Some Like it Hot: Especially This Microbe

Lava pillars (about 2.5 meters high) in the lava flow that erupted in 1998 at Axial volcano. The authors discovered the new microbe in hydrothermal fluids sampled near the volcano. (Image credit: NOAA Vents Program)

A certain type of extremophile is even more extreme than scientists thought. A microbe that converts nitrogen into energy was found thriving in temperatures that shatter previous records for similar organisms.

The new organism is a type of archaeon, a single-celled organism that lacks a nucleus. Many archaeons are extremophiles, organisms that thrive in extreme conditions that most other life on Earth would find inhospitable.

This nitrogen-fixing microbe was isolated from a deep-sea hydrothermal vent below the seafloor in the northeast Pacific and was found to grow in temperatures up to 197 degrees Fahrenheit. Another nitrogen-fixing microbe held the previous record of 147 degrees Fahrenheit.

Other extremophiles have been found living in near-boiling water, extremely high salt concentrations, intense pressures.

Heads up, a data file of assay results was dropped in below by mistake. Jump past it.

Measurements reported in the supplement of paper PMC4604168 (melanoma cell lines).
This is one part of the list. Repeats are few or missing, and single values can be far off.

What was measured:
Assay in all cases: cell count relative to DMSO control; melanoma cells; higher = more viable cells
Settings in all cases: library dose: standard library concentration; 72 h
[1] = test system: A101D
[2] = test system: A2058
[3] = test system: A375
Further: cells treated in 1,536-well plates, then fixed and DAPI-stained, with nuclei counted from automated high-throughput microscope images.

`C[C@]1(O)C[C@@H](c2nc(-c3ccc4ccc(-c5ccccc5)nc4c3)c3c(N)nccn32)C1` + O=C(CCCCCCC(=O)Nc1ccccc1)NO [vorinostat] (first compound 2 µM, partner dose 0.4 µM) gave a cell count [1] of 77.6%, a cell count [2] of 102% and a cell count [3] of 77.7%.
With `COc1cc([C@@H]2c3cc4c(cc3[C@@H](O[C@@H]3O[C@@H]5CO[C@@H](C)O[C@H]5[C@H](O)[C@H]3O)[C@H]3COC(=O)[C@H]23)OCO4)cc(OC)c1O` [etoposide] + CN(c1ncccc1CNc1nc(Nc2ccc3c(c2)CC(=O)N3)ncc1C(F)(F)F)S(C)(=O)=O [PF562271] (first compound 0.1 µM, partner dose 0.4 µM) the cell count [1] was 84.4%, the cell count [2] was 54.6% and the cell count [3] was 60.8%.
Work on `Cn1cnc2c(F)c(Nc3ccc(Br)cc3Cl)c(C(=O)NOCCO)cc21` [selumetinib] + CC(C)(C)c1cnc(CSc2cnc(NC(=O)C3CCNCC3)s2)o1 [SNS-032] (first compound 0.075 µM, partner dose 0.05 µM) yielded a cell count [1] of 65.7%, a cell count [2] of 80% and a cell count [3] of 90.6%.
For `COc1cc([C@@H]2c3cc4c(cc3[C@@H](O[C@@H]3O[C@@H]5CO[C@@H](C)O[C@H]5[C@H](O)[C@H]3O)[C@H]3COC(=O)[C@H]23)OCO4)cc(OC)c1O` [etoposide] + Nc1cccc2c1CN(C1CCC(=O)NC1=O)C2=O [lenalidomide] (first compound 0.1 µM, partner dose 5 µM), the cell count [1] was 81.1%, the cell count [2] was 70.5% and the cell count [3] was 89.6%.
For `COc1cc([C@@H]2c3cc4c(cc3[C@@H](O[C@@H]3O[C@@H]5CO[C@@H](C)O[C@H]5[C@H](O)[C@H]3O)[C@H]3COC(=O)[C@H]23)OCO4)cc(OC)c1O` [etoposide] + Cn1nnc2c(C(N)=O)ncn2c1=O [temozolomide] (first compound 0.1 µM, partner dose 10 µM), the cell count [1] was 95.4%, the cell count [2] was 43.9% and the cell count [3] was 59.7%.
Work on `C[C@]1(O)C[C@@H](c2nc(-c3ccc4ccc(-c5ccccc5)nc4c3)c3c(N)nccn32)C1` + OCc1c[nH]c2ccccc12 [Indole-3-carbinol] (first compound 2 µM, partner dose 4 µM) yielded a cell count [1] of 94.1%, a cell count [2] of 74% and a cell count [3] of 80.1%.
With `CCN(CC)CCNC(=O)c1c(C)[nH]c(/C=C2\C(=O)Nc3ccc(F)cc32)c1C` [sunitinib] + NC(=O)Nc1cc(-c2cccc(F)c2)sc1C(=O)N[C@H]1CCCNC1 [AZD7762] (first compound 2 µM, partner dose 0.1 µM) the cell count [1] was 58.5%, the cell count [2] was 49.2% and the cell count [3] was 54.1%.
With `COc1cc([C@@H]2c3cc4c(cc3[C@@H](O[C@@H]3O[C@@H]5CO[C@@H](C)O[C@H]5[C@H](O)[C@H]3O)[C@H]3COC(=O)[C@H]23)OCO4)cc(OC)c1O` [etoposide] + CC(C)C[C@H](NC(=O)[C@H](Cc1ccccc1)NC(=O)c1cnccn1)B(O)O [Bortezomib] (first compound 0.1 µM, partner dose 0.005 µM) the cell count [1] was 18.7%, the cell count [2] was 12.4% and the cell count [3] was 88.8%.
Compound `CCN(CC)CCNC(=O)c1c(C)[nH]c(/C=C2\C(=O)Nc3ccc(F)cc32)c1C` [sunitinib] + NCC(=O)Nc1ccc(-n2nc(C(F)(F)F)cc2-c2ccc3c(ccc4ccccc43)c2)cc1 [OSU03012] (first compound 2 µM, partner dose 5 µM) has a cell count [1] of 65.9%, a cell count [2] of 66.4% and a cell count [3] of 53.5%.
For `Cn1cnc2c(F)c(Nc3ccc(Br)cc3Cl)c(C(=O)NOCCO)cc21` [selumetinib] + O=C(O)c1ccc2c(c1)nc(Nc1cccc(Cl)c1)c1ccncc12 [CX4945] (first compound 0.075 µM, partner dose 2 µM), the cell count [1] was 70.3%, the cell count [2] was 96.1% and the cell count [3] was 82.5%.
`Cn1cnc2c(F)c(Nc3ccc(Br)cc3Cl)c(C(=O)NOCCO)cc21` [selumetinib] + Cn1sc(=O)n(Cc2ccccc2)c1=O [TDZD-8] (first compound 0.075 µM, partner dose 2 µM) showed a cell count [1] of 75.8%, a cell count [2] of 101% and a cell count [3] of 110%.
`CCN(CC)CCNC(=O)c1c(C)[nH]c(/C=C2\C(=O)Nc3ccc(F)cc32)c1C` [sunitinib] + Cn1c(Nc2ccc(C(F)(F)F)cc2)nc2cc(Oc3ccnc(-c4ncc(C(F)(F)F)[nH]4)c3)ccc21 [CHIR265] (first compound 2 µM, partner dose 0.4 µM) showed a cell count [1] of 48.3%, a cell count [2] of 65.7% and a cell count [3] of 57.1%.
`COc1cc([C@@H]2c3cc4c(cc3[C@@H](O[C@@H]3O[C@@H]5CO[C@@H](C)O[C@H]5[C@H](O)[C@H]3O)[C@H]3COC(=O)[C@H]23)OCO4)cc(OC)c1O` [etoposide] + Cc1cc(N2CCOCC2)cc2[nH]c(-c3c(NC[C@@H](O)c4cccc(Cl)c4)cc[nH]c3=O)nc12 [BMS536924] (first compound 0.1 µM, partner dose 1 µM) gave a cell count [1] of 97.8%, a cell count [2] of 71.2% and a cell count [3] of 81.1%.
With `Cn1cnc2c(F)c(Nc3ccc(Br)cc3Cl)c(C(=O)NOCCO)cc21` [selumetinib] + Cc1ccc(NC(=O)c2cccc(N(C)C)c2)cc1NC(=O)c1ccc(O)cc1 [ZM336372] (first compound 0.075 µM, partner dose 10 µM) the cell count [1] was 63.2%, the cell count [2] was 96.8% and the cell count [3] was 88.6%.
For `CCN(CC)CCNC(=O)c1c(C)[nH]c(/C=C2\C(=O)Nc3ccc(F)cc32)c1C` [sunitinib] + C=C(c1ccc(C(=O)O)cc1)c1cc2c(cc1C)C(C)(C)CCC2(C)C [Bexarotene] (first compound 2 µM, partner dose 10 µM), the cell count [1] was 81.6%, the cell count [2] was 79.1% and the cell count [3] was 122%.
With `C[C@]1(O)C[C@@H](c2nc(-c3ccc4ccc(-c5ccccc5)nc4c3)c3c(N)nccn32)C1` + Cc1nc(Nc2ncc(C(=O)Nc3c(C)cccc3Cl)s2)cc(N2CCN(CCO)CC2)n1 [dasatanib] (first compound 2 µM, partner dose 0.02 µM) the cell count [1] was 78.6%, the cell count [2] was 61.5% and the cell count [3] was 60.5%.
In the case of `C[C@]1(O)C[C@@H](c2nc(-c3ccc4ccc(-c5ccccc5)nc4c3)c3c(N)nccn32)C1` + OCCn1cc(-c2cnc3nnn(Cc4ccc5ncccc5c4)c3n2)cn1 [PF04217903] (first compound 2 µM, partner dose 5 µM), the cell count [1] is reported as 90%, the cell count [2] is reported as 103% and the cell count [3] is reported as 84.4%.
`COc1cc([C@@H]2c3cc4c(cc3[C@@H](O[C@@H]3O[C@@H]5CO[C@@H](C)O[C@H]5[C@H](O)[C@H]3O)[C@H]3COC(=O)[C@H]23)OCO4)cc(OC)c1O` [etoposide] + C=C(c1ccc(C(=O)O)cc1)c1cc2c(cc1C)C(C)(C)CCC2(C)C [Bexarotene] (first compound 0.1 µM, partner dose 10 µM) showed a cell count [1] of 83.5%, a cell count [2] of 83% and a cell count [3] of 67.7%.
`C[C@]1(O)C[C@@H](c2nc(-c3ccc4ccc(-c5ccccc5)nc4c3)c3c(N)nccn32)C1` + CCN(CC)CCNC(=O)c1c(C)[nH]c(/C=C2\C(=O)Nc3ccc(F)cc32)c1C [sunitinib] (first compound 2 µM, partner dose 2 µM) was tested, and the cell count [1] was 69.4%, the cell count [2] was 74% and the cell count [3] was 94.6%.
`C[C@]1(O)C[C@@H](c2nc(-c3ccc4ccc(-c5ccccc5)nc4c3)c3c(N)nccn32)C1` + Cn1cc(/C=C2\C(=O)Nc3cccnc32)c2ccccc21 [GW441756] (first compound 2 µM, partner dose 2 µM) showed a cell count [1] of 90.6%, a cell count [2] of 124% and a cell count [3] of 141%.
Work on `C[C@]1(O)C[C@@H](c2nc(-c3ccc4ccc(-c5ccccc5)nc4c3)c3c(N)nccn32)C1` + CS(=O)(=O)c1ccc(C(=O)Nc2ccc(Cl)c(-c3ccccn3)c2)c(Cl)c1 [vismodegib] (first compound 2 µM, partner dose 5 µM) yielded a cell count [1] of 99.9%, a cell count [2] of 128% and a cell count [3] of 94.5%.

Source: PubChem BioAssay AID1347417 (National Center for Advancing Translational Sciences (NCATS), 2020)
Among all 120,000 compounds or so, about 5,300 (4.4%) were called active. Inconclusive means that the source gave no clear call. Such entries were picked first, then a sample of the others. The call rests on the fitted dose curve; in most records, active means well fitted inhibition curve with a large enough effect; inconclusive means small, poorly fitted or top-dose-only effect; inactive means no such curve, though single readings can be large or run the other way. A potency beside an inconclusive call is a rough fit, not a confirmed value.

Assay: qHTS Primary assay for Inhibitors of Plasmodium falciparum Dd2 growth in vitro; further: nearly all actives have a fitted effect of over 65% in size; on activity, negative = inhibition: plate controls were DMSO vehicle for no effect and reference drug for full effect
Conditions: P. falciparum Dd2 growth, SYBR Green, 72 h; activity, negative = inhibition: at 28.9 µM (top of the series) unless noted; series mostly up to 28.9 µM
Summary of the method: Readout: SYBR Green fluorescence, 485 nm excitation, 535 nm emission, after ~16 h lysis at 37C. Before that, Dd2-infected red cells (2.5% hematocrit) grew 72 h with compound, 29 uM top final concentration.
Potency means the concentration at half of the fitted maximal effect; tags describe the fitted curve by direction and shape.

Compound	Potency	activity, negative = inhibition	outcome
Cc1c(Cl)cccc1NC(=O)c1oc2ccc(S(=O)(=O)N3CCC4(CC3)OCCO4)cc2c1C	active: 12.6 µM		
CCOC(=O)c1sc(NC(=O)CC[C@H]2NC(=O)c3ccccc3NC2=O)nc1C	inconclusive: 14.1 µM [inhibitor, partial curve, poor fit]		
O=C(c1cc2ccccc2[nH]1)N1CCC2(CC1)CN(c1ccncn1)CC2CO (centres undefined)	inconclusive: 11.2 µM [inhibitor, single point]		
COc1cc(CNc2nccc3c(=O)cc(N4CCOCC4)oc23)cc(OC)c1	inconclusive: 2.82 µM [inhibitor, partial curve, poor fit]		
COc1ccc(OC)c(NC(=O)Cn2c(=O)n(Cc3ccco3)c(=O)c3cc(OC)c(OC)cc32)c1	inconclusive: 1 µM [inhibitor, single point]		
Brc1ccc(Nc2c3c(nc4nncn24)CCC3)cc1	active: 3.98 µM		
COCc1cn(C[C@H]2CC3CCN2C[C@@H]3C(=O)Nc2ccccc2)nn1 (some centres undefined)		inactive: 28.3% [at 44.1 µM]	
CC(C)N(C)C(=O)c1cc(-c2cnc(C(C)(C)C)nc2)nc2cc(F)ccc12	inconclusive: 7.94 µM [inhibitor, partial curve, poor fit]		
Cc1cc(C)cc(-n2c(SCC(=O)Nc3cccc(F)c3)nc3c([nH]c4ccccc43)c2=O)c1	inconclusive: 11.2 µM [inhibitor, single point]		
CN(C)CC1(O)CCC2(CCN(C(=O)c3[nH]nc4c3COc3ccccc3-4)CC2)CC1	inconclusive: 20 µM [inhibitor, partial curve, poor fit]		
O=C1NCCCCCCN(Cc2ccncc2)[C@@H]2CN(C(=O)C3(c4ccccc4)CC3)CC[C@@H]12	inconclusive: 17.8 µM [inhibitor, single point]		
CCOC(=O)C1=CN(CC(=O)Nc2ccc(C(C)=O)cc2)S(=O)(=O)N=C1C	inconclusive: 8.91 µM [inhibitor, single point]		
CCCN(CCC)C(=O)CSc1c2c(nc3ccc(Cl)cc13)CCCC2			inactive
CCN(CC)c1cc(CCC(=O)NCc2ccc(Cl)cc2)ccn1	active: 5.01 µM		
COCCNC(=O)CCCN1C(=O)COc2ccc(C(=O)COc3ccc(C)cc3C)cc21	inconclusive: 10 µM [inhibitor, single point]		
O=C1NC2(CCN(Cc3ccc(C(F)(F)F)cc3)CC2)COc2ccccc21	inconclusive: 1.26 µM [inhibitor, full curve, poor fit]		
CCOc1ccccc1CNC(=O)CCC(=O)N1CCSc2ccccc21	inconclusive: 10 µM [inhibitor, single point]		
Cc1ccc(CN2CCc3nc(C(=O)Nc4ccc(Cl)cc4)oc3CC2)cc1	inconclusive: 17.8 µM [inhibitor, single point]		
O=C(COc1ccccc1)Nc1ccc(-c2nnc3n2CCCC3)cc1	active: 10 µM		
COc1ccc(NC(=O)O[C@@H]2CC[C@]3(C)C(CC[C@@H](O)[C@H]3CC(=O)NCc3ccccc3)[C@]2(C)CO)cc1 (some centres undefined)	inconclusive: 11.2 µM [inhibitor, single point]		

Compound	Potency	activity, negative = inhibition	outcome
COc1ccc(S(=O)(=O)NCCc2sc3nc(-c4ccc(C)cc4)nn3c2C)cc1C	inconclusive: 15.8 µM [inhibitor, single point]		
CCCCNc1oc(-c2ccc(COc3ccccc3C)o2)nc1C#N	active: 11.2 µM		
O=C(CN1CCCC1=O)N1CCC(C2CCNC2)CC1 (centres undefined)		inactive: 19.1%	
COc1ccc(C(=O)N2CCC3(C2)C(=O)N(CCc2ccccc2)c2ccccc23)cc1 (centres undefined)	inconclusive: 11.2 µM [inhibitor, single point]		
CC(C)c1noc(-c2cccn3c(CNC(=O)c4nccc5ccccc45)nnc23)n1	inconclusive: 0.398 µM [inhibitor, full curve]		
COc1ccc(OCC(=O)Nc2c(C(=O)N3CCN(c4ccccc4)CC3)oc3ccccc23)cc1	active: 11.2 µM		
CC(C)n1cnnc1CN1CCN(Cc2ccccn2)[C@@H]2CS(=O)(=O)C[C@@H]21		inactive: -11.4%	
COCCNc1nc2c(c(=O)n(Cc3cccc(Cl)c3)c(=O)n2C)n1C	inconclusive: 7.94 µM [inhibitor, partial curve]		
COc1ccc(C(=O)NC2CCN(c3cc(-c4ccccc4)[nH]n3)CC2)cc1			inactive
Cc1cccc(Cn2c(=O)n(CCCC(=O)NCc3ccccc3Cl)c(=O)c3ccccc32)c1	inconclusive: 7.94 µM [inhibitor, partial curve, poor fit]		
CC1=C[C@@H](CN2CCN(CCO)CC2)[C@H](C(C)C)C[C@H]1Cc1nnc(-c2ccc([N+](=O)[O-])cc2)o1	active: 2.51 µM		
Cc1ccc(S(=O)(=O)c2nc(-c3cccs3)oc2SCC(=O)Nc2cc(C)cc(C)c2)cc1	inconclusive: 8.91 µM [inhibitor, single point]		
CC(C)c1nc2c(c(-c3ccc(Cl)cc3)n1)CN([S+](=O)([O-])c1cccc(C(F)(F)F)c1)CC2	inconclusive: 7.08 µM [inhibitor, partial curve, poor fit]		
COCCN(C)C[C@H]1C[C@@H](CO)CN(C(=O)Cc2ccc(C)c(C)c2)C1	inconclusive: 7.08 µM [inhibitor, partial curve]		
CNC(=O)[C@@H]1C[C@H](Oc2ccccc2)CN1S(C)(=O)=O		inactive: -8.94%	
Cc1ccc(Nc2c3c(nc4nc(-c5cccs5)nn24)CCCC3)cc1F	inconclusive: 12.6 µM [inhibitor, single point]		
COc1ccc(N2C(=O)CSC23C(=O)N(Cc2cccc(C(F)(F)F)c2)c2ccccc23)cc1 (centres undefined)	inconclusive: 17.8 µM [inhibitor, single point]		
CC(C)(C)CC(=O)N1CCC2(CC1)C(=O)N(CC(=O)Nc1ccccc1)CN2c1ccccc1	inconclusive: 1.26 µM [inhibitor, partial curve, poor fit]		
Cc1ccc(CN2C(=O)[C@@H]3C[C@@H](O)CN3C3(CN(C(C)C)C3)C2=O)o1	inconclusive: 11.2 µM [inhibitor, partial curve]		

The newly-discovered microbe uses an enzyme that converts readily available dissolved nitrogen gas into the more useful ammonia, which it can use for growth. It is believed to be the first reported nitrogen-fixing microbe found in a deep-sea vent.

Because of its ability to make energy at such an extreme temperature, this microbe's discovery could broaden the conditions thought suitable for life below the seafloor--an environment typically poor in useful forms of nitrogen like nitrate and ammonia.

Andrea Thompson
Live Science Contributor

Andrea Thompson is an associate editor at Scientific American, where she covers sustainability, energy and the environment. Prior to that, she was a senior writer covering climate science at Climate Central and a reporter and editor at Live Science, where she primarily covered Earth science and the environment. She holds a graduate degree in science health and environmental reporting from New York University, as well as a bachelor of science and and masters of science in atmospheric chemistry from the Georgia Institute of Technology.